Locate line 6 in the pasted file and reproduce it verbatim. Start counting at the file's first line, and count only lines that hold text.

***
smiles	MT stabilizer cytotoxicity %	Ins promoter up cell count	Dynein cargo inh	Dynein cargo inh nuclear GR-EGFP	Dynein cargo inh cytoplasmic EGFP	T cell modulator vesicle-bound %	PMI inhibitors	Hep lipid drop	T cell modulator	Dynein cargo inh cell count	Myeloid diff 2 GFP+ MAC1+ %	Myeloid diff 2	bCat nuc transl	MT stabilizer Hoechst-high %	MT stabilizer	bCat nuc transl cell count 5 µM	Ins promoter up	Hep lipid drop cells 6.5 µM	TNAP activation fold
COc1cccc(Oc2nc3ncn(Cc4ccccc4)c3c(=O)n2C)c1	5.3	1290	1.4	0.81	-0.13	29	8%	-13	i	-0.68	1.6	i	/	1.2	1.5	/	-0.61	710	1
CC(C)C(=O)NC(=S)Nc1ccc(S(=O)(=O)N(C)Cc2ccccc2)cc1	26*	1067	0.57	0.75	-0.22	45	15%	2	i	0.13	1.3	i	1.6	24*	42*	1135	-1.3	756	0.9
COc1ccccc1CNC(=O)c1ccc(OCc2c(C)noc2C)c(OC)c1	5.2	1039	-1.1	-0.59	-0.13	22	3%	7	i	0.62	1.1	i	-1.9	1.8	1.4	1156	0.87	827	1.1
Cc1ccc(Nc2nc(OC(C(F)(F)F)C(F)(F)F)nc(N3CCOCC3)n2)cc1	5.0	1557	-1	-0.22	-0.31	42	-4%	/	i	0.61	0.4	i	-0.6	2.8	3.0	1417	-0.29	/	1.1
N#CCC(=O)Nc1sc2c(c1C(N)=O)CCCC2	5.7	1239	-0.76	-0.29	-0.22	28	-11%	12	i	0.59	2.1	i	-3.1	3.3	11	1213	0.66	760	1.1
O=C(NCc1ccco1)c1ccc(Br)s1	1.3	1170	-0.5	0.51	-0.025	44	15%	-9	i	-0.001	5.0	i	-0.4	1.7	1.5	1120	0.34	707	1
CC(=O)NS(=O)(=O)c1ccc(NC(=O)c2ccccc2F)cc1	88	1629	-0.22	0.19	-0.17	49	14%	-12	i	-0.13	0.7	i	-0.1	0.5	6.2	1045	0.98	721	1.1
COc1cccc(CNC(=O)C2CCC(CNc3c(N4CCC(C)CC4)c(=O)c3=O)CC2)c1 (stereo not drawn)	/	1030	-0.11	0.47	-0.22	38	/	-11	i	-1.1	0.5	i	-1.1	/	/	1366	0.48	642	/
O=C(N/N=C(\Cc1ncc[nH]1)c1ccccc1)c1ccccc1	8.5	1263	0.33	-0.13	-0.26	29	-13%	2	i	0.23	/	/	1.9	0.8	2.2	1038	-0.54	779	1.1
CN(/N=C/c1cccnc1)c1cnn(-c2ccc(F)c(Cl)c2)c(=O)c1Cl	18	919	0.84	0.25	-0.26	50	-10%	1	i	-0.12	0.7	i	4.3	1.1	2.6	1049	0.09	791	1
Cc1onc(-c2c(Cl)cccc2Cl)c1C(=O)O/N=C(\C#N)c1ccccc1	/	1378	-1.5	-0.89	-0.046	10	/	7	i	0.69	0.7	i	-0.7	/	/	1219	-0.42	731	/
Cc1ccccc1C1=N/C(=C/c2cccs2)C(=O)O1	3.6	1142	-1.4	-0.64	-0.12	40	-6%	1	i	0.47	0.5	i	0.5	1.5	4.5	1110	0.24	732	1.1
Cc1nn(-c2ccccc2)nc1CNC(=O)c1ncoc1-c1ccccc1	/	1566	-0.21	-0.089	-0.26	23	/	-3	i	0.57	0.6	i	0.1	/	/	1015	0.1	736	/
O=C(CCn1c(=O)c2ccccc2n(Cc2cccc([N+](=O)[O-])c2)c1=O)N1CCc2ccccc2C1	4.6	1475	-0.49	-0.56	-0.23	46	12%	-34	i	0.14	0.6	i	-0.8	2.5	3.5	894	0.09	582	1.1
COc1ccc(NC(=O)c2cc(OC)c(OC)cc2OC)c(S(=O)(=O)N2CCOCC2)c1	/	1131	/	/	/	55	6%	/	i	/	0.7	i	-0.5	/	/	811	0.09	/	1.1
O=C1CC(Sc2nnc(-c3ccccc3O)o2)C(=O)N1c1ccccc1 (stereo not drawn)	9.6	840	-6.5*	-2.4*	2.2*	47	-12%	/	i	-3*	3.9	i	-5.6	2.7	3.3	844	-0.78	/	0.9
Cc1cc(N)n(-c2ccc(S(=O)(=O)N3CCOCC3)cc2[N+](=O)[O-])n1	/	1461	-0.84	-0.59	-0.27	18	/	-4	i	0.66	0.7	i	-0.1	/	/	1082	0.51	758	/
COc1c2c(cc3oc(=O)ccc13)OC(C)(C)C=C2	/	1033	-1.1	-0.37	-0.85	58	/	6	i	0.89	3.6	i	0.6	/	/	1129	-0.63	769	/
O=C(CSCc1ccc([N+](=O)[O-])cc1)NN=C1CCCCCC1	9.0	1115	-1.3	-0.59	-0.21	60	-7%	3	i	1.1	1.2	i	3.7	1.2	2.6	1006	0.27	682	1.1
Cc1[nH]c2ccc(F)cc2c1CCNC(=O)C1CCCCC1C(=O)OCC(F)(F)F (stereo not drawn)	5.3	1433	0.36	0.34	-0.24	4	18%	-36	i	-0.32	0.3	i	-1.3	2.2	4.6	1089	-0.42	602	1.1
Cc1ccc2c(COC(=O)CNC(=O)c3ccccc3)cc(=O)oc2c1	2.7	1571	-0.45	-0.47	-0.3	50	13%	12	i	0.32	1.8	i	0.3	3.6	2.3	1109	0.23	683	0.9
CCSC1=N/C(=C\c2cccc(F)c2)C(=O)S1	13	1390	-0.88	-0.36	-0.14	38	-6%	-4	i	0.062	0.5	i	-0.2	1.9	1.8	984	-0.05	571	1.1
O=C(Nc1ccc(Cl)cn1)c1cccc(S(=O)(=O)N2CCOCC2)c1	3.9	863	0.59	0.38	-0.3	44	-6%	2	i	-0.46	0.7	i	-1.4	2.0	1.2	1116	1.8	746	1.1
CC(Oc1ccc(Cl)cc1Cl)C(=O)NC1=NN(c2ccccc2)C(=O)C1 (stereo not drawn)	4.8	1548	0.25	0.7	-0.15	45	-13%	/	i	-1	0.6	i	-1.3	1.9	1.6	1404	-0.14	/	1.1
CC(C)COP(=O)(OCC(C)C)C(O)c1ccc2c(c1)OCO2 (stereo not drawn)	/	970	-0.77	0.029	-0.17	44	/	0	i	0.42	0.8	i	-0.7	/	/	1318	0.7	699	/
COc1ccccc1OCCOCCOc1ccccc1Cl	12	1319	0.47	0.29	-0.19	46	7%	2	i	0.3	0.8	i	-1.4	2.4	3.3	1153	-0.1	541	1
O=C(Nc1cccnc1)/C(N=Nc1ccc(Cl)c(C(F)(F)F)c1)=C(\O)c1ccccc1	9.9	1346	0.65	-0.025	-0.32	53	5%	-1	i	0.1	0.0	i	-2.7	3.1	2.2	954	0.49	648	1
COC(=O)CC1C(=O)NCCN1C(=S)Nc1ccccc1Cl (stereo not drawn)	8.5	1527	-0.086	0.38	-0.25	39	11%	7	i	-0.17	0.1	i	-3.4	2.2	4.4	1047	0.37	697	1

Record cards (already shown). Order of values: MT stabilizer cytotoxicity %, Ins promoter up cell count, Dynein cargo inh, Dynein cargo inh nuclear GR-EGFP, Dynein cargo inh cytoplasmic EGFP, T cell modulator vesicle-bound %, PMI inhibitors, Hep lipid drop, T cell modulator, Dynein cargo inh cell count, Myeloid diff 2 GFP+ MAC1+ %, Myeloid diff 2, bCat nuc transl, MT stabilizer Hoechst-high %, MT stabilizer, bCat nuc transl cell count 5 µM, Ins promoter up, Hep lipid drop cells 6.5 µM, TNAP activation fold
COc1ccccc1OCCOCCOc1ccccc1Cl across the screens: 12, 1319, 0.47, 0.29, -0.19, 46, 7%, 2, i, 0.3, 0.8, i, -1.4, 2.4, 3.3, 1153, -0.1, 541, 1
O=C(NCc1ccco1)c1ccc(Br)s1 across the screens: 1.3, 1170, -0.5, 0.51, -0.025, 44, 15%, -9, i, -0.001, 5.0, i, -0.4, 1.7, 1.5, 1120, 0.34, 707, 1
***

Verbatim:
N#CCC(=O)Nc1sc2c(c1C(N)=O)CCCC2	5.7	1239	-0.76	-0.29	-0.22	28	-11%	12	i	0.59	2.1	i	-3.1	3.3	11	1213	0.66	760	1.1